Our Revolution by Bernie Sanders. I’m a Bernie Babe, can’t be helped.
A Social History of the Third Reich by Richard Grunberger. While there are any number of books on the Third Reich, I feel it is most important to begin by understanding the everyday people that contributed (purposefully or not) to its rise and normalization. And this is not just alarmism; the parallels are disturbing even from the vaguest distance.
The Demon-Haunted World: Science as a Candle in the Dark by Carl Sagan. Living in a post-truth world is going to do a number on science.
Any and every contemporary sci-fi short story collection I can get my hands on. I have
faith that these stories, told by diverse voices, will give me perspective beyond the headlines and history. In the right hands, speculative fiction gets to the heart of everything that troubles us as a people and gives us alternative visions of the future.
I'm hoping to become more active again in the next few weeks. I need something to help with the crippling depression that is banging on my mental door after this election.
But here's the thing: I will likely be reading a lot (A LOT) of politically charged things. If that is not your cup of tea, or you think you might be prompted to be less than civil in your responses, just unfollow me now and be done with it.
Much love to everyone.
I’ve been effectively MIA from Booklikes for a few weeks now. I’m assuming most people haven’t noticed (that sounds whiny- I just mean I’m not the most active of bloggers in the best circumstances). But for anyone wondering, I just wanted to drop by and say I’m alive and well, just very, very busy and pretty exhausted. I was recently promoted to copy editor at my company, which has resulted in an exponential increase in work and an equal decrease in reading and blogging time. Basically, I spend a lot of time reading and writing for money and thus can’t spend as much time as I would like doing it for free. I still pop by to lurk around and I’m hoping that I can get back to being more active when I’ve better acclimated to the new position (and cleaned up the dumpster fire left behind by my predecessor.)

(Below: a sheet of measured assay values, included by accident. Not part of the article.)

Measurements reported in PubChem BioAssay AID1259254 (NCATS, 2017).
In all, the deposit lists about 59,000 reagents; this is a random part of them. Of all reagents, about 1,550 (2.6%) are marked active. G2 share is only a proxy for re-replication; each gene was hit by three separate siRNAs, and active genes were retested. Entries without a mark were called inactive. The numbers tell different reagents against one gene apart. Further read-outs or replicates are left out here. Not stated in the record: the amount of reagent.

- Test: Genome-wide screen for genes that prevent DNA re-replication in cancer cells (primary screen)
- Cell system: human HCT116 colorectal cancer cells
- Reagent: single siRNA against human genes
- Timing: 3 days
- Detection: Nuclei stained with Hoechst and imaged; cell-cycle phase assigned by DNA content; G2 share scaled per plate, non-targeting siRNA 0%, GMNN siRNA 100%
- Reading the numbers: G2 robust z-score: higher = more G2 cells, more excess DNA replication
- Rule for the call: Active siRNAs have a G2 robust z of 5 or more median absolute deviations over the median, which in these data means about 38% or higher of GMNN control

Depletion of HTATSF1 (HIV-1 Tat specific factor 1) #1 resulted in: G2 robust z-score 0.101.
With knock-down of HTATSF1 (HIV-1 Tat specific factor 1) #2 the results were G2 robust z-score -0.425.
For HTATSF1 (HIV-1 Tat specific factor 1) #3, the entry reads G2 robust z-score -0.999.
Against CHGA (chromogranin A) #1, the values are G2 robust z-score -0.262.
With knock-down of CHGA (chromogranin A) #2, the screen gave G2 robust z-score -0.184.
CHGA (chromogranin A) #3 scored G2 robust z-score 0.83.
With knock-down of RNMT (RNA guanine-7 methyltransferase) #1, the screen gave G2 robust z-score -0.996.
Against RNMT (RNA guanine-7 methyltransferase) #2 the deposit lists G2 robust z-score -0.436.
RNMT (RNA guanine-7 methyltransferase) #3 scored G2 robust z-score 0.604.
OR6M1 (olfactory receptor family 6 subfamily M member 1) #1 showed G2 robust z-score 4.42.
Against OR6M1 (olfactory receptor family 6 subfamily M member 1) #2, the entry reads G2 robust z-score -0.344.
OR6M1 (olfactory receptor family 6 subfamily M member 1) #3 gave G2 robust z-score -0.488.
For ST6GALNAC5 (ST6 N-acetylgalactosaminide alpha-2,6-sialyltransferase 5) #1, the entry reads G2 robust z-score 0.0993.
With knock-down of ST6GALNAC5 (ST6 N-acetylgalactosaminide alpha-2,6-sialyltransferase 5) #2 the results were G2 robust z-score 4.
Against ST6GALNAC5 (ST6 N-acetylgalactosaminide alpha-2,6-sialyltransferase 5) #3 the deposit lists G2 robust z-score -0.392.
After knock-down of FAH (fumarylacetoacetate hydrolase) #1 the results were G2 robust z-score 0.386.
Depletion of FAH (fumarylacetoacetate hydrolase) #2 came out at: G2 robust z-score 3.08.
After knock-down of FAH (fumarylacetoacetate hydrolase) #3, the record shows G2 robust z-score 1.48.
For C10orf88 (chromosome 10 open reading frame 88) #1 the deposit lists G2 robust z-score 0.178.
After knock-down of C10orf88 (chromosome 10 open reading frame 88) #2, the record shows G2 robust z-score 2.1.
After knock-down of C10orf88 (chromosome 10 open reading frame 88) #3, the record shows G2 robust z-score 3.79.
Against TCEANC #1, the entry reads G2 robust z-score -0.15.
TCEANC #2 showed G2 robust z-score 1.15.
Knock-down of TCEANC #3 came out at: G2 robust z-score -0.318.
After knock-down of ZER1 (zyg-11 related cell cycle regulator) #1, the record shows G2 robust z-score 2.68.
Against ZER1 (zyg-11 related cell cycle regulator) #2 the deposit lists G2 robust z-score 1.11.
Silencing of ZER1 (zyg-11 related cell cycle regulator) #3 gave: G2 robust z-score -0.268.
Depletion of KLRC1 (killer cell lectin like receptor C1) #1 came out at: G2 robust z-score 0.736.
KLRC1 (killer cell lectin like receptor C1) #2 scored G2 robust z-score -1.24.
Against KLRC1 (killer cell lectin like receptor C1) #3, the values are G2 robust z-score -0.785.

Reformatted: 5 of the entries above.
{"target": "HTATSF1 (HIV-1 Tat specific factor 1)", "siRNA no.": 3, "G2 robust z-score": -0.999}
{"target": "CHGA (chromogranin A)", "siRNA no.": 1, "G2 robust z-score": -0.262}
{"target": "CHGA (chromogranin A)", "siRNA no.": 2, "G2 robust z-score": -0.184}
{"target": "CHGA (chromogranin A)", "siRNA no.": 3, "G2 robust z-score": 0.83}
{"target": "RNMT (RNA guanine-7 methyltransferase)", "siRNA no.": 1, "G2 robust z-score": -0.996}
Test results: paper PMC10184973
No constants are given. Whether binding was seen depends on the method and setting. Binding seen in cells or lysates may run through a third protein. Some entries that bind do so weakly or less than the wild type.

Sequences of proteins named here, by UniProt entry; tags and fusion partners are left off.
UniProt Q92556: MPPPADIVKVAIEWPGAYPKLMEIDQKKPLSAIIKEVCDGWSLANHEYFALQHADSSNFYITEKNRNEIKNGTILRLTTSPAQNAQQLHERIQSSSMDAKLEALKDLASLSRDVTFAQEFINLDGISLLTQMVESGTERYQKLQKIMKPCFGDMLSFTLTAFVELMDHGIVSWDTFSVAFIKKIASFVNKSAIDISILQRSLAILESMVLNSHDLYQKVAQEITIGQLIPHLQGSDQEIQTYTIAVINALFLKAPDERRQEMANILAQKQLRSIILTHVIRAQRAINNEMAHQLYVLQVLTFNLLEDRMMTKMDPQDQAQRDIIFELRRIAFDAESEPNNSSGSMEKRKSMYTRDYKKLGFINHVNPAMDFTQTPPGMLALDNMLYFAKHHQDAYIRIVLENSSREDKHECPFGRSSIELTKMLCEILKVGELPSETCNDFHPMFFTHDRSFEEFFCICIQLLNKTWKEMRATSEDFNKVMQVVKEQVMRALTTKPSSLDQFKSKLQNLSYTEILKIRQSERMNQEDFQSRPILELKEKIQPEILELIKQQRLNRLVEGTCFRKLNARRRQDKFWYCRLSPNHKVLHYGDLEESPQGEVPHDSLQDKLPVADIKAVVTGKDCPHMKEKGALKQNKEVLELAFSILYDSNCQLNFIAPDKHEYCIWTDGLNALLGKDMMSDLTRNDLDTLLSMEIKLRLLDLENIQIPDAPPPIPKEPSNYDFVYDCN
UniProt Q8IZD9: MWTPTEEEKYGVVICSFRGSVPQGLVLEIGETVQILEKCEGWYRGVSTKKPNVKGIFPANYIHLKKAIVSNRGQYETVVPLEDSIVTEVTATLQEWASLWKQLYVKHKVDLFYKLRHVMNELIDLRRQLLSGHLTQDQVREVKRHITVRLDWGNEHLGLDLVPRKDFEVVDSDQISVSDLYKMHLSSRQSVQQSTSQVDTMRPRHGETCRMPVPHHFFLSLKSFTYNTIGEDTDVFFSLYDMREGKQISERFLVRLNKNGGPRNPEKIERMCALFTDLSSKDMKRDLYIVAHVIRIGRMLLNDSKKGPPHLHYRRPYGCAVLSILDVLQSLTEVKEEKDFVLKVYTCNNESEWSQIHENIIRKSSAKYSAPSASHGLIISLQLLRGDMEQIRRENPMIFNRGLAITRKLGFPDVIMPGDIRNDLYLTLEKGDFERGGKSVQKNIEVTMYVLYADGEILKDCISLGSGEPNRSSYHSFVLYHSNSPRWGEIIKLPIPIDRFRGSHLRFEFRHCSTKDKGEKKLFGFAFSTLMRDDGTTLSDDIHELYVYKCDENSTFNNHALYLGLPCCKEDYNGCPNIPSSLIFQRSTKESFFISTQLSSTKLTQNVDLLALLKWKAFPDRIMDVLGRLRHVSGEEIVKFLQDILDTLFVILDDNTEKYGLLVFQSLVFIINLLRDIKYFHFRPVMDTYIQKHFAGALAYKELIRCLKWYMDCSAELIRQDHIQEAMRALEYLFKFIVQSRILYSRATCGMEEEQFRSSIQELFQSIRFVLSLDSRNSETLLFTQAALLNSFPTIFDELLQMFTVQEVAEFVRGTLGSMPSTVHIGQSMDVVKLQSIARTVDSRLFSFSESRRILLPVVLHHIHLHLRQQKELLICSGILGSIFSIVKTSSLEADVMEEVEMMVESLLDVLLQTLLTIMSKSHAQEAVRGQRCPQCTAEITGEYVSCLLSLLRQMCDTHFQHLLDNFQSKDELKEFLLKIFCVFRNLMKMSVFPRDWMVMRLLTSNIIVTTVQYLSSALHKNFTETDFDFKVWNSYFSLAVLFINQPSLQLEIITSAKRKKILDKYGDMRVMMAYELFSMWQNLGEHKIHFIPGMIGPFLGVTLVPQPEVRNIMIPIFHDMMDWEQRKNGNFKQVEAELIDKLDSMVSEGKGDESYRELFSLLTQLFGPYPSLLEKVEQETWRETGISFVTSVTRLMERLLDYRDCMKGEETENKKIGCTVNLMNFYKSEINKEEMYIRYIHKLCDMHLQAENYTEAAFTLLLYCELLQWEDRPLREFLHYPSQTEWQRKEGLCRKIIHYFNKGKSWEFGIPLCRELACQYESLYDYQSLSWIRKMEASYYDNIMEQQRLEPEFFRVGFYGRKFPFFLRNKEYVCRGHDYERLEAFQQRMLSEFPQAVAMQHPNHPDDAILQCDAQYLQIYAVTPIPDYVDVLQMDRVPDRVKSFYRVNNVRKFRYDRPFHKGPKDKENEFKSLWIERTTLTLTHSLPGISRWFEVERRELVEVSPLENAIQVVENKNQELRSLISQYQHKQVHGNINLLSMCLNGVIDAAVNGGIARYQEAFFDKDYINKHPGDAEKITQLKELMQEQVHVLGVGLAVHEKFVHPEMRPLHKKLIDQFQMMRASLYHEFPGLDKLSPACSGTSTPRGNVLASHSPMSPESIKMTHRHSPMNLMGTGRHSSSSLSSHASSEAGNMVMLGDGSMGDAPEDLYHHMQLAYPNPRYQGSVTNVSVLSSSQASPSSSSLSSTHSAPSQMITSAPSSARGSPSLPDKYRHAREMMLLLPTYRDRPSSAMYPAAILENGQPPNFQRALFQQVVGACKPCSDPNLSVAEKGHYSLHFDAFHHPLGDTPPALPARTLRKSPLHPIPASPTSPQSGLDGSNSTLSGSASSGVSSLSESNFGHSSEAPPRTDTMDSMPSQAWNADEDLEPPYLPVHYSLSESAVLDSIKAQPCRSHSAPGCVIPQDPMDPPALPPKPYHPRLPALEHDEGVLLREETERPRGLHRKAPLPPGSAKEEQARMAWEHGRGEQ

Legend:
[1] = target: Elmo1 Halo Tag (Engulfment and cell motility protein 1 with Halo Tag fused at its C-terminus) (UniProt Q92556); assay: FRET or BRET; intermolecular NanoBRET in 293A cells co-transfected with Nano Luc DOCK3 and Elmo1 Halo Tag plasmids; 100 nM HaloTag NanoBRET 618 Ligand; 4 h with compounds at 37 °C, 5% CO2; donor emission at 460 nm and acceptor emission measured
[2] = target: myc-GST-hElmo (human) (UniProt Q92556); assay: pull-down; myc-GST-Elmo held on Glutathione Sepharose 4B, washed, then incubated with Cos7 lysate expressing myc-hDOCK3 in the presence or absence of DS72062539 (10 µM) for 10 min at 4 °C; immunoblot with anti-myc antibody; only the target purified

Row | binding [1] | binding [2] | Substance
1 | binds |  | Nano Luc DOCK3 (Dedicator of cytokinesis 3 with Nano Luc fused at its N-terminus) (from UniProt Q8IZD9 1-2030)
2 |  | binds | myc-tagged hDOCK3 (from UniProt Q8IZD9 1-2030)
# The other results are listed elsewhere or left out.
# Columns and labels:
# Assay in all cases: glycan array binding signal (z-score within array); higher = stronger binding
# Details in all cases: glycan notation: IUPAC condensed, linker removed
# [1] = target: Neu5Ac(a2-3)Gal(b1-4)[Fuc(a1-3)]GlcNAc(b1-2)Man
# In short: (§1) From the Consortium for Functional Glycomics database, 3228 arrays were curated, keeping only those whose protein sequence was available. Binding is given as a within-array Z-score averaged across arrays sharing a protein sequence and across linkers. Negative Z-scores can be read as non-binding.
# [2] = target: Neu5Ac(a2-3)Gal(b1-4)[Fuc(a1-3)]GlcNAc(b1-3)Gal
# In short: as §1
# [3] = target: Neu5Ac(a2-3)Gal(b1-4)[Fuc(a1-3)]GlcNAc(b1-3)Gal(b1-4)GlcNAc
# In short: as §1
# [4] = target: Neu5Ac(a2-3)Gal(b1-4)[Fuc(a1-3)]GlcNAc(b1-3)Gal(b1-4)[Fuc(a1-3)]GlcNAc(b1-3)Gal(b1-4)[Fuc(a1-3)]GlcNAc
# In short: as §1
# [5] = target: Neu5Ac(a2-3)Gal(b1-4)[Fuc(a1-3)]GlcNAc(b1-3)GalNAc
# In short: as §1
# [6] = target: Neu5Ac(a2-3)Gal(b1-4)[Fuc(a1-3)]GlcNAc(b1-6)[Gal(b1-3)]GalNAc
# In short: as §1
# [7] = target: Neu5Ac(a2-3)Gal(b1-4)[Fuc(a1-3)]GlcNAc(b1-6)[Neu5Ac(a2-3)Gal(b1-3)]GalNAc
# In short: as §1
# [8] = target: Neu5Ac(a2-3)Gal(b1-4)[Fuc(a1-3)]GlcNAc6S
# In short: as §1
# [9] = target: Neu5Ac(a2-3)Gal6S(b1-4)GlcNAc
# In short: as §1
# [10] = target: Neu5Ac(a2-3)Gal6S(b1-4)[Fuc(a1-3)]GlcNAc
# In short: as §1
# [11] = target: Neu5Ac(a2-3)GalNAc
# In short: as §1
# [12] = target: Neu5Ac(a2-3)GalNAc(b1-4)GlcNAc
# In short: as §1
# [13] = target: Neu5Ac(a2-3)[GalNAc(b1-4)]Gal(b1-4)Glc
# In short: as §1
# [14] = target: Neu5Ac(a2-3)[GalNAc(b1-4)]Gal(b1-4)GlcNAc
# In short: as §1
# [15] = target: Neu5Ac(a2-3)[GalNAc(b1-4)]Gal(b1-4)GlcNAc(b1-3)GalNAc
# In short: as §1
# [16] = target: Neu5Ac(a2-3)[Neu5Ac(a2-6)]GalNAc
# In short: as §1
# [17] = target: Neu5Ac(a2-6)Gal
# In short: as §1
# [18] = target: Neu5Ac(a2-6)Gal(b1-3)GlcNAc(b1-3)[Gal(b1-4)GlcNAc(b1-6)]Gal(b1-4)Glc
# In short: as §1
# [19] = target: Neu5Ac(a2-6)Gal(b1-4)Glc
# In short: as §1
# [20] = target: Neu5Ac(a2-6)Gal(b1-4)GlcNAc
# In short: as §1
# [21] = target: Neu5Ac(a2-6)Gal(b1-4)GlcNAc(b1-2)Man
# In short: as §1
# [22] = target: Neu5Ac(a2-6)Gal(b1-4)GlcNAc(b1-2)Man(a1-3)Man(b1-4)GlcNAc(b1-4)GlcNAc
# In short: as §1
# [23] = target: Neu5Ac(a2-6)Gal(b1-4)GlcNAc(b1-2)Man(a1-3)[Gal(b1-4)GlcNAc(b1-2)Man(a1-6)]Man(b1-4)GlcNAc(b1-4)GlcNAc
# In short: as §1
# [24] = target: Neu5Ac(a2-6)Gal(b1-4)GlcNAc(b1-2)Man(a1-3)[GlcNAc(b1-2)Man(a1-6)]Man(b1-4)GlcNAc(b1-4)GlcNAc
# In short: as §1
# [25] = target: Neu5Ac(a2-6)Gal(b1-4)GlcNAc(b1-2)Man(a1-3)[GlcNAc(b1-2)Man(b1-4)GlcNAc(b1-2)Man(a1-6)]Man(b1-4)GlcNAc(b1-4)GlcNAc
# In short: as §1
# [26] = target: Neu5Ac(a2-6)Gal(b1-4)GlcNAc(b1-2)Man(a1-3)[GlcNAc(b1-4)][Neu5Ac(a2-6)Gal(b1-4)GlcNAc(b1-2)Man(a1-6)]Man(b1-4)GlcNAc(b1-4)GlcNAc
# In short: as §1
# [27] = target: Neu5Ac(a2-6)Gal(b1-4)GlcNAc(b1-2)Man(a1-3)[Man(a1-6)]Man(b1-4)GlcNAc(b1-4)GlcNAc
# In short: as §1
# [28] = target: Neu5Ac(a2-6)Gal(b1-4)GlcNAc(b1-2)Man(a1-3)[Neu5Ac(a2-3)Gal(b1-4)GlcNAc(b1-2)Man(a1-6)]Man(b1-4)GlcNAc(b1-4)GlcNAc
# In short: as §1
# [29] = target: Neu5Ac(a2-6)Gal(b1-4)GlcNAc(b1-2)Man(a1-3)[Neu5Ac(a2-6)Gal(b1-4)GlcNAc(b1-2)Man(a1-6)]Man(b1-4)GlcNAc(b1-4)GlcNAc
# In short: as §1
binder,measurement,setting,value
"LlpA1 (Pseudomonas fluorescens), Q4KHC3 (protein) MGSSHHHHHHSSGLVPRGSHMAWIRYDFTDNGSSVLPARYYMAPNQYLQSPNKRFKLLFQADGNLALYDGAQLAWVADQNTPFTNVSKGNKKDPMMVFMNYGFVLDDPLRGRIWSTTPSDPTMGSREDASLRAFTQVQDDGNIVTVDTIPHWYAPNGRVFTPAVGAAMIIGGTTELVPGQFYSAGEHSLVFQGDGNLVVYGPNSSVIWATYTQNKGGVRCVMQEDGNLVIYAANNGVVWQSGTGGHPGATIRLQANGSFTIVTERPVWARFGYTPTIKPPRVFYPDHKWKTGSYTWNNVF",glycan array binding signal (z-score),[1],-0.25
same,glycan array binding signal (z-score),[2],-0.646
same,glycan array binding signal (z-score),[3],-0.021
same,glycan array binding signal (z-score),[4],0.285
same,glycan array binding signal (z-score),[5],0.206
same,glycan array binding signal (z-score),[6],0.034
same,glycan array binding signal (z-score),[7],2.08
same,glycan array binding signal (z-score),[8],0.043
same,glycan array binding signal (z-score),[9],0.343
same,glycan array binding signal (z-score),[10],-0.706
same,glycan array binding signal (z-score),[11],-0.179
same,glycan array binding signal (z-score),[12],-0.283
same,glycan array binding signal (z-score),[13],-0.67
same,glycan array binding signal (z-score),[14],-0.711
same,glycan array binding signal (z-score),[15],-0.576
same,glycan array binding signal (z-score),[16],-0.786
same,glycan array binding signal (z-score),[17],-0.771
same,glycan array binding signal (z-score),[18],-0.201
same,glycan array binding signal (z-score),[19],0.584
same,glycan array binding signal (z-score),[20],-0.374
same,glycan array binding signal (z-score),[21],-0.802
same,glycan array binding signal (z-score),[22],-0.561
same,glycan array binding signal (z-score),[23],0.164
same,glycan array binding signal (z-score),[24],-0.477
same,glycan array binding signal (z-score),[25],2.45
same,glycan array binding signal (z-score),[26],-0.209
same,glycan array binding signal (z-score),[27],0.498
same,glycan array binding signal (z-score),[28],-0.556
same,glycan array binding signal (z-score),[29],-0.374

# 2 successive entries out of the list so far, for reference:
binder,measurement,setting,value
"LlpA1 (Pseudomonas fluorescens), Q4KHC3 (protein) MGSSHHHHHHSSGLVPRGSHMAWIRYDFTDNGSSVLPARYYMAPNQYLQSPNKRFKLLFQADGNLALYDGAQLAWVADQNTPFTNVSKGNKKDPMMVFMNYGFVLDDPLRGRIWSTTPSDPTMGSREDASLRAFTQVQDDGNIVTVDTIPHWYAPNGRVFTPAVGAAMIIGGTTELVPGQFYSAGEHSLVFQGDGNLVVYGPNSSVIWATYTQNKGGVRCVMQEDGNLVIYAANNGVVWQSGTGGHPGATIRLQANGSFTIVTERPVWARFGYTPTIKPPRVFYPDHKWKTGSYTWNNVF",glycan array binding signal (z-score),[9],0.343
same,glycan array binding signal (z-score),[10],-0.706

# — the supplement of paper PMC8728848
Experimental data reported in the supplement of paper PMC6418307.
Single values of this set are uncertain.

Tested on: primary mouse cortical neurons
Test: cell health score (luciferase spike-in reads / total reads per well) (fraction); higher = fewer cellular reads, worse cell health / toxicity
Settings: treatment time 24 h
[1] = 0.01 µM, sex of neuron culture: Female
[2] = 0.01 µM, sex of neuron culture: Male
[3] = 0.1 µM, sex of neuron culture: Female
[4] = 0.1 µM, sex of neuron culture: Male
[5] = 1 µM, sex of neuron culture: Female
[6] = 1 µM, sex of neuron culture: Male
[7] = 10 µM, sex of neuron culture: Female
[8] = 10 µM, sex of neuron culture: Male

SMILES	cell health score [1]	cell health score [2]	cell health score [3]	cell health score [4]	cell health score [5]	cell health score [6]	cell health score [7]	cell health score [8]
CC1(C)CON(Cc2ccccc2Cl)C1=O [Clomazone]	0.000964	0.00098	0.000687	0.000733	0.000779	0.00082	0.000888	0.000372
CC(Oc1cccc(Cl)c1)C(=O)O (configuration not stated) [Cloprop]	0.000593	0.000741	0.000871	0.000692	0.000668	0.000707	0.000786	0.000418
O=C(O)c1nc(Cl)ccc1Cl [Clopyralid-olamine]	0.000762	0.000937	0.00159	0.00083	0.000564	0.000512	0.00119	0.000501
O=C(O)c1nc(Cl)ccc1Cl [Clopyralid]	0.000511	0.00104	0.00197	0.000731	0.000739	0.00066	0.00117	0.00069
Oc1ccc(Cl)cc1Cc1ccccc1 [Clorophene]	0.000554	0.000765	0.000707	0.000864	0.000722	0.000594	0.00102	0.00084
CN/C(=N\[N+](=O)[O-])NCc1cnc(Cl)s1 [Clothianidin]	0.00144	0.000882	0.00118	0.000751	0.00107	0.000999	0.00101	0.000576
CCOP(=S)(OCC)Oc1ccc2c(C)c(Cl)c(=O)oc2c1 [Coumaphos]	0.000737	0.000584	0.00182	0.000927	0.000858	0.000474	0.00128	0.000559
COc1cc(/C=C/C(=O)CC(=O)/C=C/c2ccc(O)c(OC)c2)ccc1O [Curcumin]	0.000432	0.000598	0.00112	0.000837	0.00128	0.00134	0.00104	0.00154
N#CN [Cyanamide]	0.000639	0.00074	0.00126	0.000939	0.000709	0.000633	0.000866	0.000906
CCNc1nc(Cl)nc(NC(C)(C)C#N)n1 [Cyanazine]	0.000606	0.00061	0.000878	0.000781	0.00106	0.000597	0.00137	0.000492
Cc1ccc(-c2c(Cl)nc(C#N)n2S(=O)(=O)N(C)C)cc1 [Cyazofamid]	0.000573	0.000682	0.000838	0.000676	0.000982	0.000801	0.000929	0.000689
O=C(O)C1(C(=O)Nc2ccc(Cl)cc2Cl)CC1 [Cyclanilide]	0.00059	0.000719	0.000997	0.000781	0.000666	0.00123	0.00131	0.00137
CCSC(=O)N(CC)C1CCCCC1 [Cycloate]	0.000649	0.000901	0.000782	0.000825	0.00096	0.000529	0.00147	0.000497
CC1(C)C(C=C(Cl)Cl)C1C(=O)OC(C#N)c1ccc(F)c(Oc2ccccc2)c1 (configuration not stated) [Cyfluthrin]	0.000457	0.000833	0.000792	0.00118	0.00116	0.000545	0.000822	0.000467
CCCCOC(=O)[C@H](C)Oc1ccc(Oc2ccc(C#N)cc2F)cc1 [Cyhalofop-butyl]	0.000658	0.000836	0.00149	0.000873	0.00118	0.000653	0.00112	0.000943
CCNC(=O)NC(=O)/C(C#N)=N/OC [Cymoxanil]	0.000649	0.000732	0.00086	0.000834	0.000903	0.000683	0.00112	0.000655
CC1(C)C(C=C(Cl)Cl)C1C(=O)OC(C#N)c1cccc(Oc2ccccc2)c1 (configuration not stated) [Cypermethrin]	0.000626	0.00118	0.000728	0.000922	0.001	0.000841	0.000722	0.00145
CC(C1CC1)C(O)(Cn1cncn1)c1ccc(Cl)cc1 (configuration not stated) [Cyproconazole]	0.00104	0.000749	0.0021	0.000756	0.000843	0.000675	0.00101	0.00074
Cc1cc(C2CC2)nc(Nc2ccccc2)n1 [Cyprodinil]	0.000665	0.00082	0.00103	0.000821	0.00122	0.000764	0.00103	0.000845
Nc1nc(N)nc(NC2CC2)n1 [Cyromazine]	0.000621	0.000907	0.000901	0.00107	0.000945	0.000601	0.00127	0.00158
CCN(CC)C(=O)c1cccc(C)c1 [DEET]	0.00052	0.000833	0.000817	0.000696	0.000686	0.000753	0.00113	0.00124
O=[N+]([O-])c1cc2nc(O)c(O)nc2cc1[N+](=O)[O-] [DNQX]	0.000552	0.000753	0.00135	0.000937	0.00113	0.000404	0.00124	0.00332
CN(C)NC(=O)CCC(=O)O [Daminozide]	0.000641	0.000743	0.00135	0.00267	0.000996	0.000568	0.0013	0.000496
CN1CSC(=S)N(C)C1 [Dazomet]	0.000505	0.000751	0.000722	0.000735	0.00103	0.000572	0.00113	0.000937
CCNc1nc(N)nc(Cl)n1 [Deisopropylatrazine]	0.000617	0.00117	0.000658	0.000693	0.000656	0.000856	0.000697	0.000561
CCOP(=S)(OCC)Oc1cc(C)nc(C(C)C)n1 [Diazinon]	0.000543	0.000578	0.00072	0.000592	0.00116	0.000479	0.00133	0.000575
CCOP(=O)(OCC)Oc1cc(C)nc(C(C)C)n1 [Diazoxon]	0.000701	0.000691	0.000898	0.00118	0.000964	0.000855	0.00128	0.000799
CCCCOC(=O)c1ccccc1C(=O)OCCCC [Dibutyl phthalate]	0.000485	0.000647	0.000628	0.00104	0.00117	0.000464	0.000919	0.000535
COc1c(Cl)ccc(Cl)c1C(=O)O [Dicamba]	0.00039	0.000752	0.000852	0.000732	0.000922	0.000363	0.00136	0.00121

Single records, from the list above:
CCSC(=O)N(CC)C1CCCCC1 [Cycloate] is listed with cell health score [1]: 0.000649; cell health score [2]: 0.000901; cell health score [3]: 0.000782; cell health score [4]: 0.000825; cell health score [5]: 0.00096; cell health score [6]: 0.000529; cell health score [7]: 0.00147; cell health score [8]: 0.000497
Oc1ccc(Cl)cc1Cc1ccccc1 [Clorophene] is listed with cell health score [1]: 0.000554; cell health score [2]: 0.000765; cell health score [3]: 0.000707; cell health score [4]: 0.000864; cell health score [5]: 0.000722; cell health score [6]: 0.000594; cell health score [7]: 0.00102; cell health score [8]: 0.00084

Happy reading and have a great day!
I know one of the appealing aspects of the Starks is their harsh code of honor. But come on guys, get your shit together! I know what is coming- not like you can avoid be spoiled for a certain crimson matrimonial catastrophe these days-- but I can't wait for the Starks to realize there is more than one kind of honor. Tywin may be an evil prick, but at least he has foresight, unlike a few honorable-but-soon-to-be-dead northerners I could name.
This series is eating me alive (in a good way, I guess).
I'm still flailing around trying to figure out the technology that is at the center of this story- nearly halfway through and no exposition, which is great and also a little frustrating for the part of my brain that wants the technical stuff to be clearer. And yet, still enjoying it despite feeling like I only understand 50% of what is going on. Impressive work.
I'm still struggling through a reading rut. I've started and/or completed a few things, but not like "usual" for me. This wouldn't be a big deal except honestly I really, really need to find something that really sucks me in, because the more time I spend in the real world, the more I hate it. I'm full of anger about so many things and reading usually helps keep that under control. The Stanford case, the dude-bro responses to reasonable complaints about the Apocalypse poster, politics, high-profile abuse cases, someone straight up telling me that women and men have achieved equality and that 3rd wave feminists are "destroying everything the earlier feminists did for us"... The real world sucks, I don't like people, and I really, really need books to save me.